Ayler’s and Pharoah’s messages (‘Music Is The Healing Force Of The Universe’, ‘Love Is Everywhere,’ …), are spiritual jazz essence. Do people need now more than ever music with a message?
I have always believed that musicians are spiritual messengers! Just like the ancient griots of Africa musicians are the repository of the collective cultural memories of a people. Whether it is John Coltrane’s ‘Alabama’ as a homage to the four black schoolgirls killed in Birmingham, or Charlie Parker’s ‘Now’s The Time’, the powerful music of Bob Marley or Fela Kuti, or ‘Soliloquy For Michael Brown’ from my album. These are the compositions and the musicians I most admire and listen to. Musicians who are not afraid to compose and play music with a positive message. I also loved the freedom and uncompromising music of early Albert Ayler whose very style and intensity sends its own kind of spiritual and political message! I was fortunate enough to study and play with Albert’s cousin and alto player, Charles Tyler.

The Pyramids 1970s copy

Nsorama from King of Kings

 

We are witnessing a revival of spiritual jazz, also known as cosmic jazz, whose values you carry. What could be your definition of this music?
I can only define my music. As I mentioned before I understand the need to use words to categorize and market music. However, I am an Artistic Being! The music I play is cosmic in that it is expansive and encompasses the past, present and future of the Omniverse! I also live in San Francisco! In the early 70’s the city was the epicenter for mind altering drugs, flower power, and freedom. I love the music of Jimi Hendrix, Sly and the Family Stone and Santana. But equally I grew up in Chicago. The home of the Association for the Advancement of Creative Musicians. I loved Martha and the Vandellas. Smokey Robinson and the Miracles. And of course The Impressions. Then I was birthed into John Coltrane, nurtured by Cecil Taylor, destroyed and reinvented by Albert Ayler and the album “Bells”. Altoist Charles Tyler passed a message on to me I will never forget! Clifford King was truly «The King»! He taught me to play dogs and cats, lightning and rain, and invent my life. I mention all of the above because they are the aggregate of cosmic music…music of the Omniverse!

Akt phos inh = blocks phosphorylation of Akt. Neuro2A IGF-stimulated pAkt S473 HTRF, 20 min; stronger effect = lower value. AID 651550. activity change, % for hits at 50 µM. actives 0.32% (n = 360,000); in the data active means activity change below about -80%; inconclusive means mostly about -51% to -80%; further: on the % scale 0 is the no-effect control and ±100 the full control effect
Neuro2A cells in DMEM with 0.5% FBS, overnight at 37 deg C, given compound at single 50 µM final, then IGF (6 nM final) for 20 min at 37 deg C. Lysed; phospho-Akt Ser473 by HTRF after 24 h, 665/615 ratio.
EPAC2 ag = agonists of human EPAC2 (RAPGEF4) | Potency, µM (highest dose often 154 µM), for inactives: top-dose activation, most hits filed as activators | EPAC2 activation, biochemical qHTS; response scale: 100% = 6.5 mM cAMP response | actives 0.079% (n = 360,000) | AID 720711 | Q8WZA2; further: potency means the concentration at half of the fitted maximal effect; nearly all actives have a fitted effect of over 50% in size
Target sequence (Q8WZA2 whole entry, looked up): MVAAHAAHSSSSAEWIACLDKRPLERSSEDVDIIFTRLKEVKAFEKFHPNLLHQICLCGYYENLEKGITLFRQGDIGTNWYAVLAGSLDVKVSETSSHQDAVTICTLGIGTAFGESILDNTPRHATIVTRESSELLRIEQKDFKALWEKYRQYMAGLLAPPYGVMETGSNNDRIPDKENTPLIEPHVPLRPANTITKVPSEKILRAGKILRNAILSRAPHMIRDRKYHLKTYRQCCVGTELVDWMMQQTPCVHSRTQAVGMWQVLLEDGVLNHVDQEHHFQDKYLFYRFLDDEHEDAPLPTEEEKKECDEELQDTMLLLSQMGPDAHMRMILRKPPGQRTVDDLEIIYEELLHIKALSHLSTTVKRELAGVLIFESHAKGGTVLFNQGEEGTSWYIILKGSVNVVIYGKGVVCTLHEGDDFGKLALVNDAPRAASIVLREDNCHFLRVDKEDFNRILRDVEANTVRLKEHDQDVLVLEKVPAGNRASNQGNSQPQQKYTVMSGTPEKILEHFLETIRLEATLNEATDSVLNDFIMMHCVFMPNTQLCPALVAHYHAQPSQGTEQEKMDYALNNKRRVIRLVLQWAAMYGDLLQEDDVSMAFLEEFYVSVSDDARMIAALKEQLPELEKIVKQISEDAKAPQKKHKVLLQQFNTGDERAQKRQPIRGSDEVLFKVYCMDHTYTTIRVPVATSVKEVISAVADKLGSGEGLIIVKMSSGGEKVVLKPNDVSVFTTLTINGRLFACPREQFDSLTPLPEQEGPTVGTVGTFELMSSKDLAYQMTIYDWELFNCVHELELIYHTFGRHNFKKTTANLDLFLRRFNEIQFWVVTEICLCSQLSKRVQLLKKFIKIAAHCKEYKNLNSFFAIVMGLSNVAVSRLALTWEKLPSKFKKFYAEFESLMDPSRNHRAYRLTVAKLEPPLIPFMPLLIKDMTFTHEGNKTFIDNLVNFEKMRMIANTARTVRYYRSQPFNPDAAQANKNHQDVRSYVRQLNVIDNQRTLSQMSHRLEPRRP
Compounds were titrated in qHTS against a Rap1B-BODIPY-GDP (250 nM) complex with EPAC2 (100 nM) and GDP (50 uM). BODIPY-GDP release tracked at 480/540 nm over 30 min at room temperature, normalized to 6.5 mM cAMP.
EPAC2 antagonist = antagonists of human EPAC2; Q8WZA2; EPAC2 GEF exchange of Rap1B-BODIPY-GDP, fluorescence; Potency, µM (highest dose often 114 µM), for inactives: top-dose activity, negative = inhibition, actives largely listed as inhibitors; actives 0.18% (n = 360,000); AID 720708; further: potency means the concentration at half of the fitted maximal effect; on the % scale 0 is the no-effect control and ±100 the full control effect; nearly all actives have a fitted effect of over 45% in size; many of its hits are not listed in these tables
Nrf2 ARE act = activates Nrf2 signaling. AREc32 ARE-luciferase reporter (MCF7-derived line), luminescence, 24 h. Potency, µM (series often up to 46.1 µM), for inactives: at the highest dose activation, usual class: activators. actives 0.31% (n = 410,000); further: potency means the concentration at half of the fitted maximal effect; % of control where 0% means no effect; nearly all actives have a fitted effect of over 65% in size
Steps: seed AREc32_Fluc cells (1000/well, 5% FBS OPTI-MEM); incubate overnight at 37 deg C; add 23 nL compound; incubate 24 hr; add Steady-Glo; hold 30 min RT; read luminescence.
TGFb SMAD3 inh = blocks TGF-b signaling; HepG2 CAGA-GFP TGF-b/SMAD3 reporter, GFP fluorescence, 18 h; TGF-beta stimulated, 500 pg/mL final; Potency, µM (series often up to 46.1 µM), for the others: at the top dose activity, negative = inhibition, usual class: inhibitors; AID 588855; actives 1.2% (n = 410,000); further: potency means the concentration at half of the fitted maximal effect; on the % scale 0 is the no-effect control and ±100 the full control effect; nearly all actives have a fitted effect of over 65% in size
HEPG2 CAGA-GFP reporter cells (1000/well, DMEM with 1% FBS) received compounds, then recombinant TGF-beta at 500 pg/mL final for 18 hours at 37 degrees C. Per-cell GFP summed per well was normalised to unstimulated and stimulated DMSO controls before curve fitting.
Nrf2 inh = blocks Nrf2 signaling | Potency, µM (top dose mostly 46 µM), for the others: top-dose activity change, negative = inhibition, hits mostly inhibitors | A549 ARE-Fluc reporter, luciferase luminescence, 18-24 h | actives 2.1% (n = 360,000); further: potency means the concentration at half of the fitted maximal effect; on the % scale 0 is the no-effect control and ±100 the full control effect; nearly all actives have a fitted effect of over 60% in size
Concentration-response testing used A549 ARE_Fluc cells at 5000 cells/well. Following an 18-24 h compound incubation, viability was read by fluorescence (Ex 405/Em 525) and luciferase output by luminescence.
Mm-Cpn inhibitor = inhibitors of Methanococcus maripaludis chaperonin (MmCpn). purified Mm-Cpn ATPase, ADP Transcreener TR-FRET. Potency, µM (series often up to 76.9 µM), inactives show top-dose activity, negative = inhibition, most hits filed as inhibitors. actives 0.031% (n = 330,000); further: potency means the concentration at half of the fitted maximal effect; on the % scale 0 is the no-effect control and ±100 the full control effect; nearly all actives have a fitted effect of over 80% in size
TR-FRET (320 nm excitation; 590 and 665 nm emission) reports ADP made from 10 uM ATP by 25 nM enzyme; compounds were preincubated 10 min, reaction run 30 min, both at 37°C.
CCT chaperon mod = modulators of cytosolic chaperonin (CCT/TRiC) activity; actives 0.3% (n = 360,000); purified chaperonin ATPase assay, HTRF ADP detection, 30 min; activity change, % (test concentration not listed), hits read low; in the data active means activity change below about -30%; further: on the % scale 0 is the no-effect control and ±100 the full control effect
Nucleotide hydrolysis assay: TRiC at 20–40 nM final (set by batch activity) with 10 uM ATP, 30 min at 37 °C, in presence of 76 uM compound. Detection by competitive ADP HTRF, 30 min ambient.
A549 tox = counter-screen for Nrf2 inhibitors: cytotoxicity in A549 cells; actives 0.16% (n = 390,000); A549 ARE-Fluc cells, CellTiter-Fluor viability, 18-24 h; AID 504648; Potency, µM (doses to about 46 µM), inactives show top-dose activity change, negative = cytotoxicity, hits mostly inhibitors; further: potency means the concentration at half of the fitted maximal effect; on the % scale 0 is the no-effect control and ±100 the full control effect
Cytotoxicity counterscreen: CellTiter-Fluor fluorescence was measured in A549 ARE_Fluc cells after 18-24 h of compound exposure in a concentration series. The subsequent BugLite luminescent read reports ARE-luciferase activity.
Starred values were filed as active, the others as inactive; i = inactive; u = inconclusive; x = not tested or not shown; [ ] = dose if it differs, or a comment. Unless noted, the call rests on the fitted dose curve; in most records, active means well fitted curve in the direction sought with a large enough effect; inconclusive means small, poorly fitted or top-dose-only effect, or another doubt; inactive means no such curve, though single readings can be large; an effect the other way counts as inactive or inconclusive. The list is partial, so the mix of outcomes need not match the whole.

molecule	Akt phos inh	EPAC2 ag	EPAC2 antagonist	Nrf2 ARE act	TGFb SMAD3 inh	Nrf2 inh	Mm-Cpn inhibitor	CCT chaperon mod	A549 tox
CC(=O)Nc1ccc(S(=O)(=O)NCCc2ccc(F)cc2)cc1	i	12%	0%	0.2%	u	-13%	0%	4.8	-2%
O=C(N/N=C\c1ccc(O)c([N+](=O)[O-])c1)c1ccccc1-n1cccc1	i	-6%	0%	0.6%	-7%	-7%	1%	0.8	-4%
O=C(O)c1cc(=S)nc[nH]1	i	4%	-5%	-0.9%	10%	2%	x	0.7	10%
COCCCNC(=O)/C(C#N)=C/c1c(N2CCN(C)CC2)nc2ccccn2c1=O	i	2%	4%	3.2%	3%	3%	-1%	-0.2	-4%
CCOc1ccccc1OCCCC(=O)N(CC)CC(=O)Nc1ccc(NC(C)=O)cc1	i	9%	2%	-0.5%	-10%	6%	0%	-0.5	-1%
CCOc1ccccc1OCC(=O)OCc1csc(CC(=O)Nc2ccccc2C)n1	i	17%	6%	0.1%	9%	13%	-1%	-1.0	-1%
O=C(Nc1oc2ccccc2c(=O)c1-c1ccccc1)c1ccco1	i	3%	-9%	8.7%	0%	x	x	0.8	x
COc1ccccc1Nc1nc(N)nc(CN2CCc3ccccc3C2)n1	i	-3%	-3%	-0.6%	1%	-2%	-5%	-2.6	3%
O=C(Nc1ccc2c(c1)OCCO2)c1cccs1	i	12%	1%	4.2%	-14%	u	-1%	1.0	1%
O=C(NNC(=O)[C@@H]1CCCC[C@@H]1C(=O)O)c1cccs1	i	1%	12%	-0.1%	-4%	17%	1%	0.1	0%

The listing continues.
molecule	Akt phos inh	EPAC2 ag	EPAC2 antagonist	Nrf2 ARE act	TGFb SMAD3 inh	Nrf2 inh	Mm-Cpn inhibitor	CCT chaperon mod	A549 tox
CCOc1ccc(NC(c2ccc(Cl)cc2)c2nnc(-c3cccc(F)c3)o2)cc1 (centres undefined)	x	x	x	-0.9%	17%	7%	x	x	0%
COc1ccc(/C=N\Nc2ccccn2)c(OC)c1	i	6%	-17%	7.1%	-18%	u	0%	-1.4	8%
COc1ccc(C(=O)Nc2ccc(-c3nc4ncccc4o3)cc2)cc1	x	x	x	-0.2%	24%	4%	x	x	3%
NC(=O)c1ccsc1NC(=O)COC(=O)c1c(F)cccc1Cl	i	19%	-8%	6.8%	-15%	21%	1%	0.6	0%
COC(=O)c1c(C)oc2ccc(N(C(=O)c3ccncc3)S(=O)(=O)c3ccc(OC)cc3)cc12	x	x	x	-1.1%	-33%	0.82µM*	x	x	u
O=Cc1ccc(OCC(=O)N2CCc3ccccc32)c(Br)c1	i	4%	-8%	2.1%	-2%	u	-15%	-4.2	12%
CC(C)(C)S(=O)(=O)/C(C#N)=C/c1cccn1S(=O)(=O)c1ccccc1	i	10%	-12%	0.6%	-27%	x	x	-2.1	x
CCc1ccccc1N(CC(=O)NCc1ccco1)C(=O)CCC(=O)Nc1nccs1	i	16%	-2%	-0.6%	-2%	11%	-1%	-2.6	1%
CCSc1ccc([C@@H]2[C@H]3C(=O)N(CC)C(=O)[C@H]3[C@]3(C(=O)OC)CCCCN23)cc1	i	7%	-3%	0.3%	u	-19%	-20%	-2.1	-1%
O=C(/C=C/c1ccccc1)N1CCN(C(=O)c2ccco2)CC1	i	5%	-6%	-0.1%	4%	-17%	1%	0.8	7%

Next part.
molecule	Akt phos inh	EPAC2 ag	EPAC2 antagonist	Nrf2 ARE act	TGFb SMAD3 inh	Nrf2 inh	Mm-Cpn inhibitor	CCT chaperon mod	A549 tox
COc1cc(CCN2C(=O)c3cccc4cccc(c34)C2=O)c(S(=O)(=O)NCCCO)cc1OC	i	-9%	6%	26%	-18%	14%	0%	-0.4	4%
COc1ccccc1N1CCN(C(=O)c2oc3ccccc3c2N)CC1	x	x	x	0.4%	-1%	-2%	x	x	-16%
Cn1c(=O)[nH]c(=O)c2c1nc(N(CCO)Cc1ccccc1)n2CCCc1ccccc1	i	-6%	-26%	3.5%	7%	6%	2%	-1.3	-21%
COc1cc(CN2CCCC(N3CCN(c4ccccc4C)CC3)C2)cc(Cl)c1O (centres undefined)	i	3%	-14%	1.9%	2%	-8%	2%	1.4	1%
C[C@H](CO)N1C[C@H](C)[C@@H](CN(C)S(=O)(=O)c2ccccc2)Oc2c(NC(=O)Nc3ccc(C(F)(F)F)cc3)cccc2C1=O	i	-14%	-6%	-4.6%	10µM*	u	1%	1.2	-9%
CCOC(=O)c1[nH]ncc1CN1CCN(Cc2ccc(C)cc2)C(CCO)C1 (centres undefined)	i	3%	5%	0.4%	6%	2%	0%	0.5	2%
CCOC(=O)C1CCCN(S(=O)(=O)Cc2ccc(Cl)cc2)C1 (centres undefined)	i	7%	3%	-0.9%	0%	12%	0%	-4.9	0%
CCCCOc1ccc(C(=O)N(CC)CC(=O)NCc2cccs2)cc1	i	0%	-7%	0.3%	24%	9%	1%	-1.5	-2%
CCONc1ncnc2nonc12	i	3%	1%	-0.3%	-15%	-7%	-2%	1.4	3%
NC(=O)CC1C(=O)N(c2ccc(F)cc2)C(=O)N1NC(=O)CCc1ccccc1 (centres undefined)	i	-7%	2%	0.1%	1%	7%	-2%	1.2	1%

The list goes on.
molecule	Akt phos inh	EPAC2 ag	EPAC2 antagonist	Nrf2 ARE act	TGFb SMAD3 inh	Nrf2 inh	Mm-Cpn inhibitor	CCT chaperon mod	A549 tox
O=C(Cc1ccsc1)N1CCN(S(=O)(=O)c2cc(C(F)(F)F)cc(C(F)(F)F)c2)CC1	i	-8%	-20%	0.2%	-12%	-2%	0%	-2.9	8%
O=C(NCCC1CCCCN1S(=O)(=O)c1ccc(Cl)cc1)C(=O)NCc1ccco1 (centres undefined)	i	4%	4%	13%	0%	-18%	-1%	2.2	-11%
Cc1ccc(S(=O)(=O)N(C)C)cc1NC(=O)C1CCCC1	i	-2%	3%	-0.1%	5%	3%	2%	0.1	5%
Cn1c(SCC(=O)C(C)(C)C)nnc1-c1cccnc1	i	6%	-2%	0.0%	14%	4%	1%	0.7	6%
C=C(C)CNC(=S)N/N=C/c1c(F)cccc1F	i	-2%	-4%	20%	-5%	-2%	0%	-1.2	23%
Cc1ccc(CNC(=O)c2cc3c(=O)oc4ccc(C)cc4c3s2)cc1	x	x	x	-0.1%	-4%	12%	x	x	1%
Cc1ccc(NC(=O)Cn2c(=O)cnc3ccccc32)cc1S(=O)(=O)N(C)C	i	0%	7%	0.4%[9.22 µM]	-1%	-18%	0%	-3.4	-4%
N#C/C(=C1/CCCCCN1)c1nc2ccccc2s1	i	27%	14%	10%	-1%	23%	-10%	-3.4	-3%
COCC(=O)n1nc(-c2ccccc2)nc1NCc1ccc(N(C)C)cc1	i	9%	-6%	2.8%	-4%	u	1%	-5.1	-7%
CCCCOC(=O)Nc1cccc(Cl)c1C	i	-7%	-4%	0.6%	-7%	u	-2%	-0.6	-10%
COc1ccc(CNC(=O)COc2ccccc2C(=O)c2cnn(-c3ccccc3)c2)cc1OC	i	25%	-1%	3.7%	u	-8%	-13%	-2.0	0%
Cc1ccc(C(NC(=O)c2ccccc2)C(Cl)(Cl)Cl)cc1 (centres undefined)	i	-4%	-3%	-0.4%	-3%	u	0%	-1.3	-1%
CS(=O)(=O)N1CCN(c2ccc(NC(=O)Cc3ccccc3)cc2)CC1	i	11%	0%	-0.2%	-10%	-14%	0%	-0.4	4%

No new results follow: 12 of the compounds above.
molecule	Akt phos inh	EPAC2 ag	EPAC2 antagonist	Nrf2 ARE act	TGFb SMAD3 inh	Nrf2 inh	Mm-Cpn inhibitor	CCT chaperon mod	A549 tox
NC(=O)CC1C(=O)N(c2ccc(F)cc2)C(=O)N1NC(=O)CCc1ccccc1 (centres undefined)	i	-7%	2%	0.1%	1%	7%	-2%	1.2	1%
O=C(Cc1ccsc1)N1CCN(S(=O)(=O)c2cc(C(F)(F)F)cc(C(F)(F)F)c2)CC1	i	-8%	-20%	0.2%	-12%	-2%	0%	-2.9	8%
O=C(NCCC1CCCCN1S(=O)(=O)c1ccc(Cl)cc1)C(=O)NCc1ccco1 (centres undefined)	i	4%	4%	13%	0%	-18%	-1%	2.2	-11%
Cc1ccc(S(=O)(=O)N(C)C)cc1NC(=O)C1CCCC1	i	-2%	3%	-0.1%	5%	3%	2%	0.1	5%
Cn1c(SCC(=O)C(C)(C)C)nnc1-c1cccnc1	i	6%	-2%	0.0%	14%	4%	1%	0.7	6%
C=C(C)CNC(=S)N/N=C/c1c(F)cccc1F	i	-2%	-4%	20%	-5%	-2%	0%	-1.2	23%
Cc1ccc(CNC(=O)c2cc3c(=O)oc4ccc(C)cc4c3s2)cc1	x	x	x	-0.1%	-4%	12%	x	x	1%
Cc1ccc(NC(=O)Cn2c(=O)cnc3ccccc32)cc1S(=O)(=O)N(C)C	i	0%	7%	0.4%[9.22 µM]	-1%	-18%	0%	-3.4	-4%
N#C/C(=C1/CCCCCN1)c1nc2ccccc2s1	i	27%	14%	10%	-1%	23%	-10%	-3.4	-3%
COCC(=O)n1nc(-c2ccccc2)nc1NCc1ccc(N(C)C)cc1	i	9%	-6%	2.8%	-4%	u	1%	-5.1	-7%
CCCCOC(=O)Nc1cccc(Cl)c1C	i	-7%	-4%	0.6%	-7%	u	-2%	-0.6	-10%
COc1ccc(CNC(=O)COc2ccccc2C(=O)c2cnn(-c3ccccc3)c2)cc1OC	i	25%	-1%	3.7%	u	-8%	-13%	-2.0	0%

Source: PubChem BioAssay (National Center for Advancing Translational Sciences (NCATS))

Your were a tap dancer, you had worked with Bill T. Jones, great choregrapher… What is your relationship to dance? Do you think music is a «body and soul» affair?
Yes, I am a tap dancer. Or more appropriately, a «hoofer». Legendary hoofer, the late Al Robinson, was my mentor and teacher. He taught me to tell stories with my feet. I am one of the repositories of amazingly complex and sublime «Al Robinson» steps. I also studied with the master Steve Condos. I also number Bill T. Jones as a friend and collaborator. His creativity and intellect is of the highest form. I danced a duet with Bill in the Cultural Odyssey production, “Perfect Courage”. Music is a «body and soul affair». I seek to be a very physical saxophonist with the stance of a basketball player at the free throw line. Breath to me is the most important aspect of my playing. I play like i’m swimming. Breathing deep, relaxed, but intense!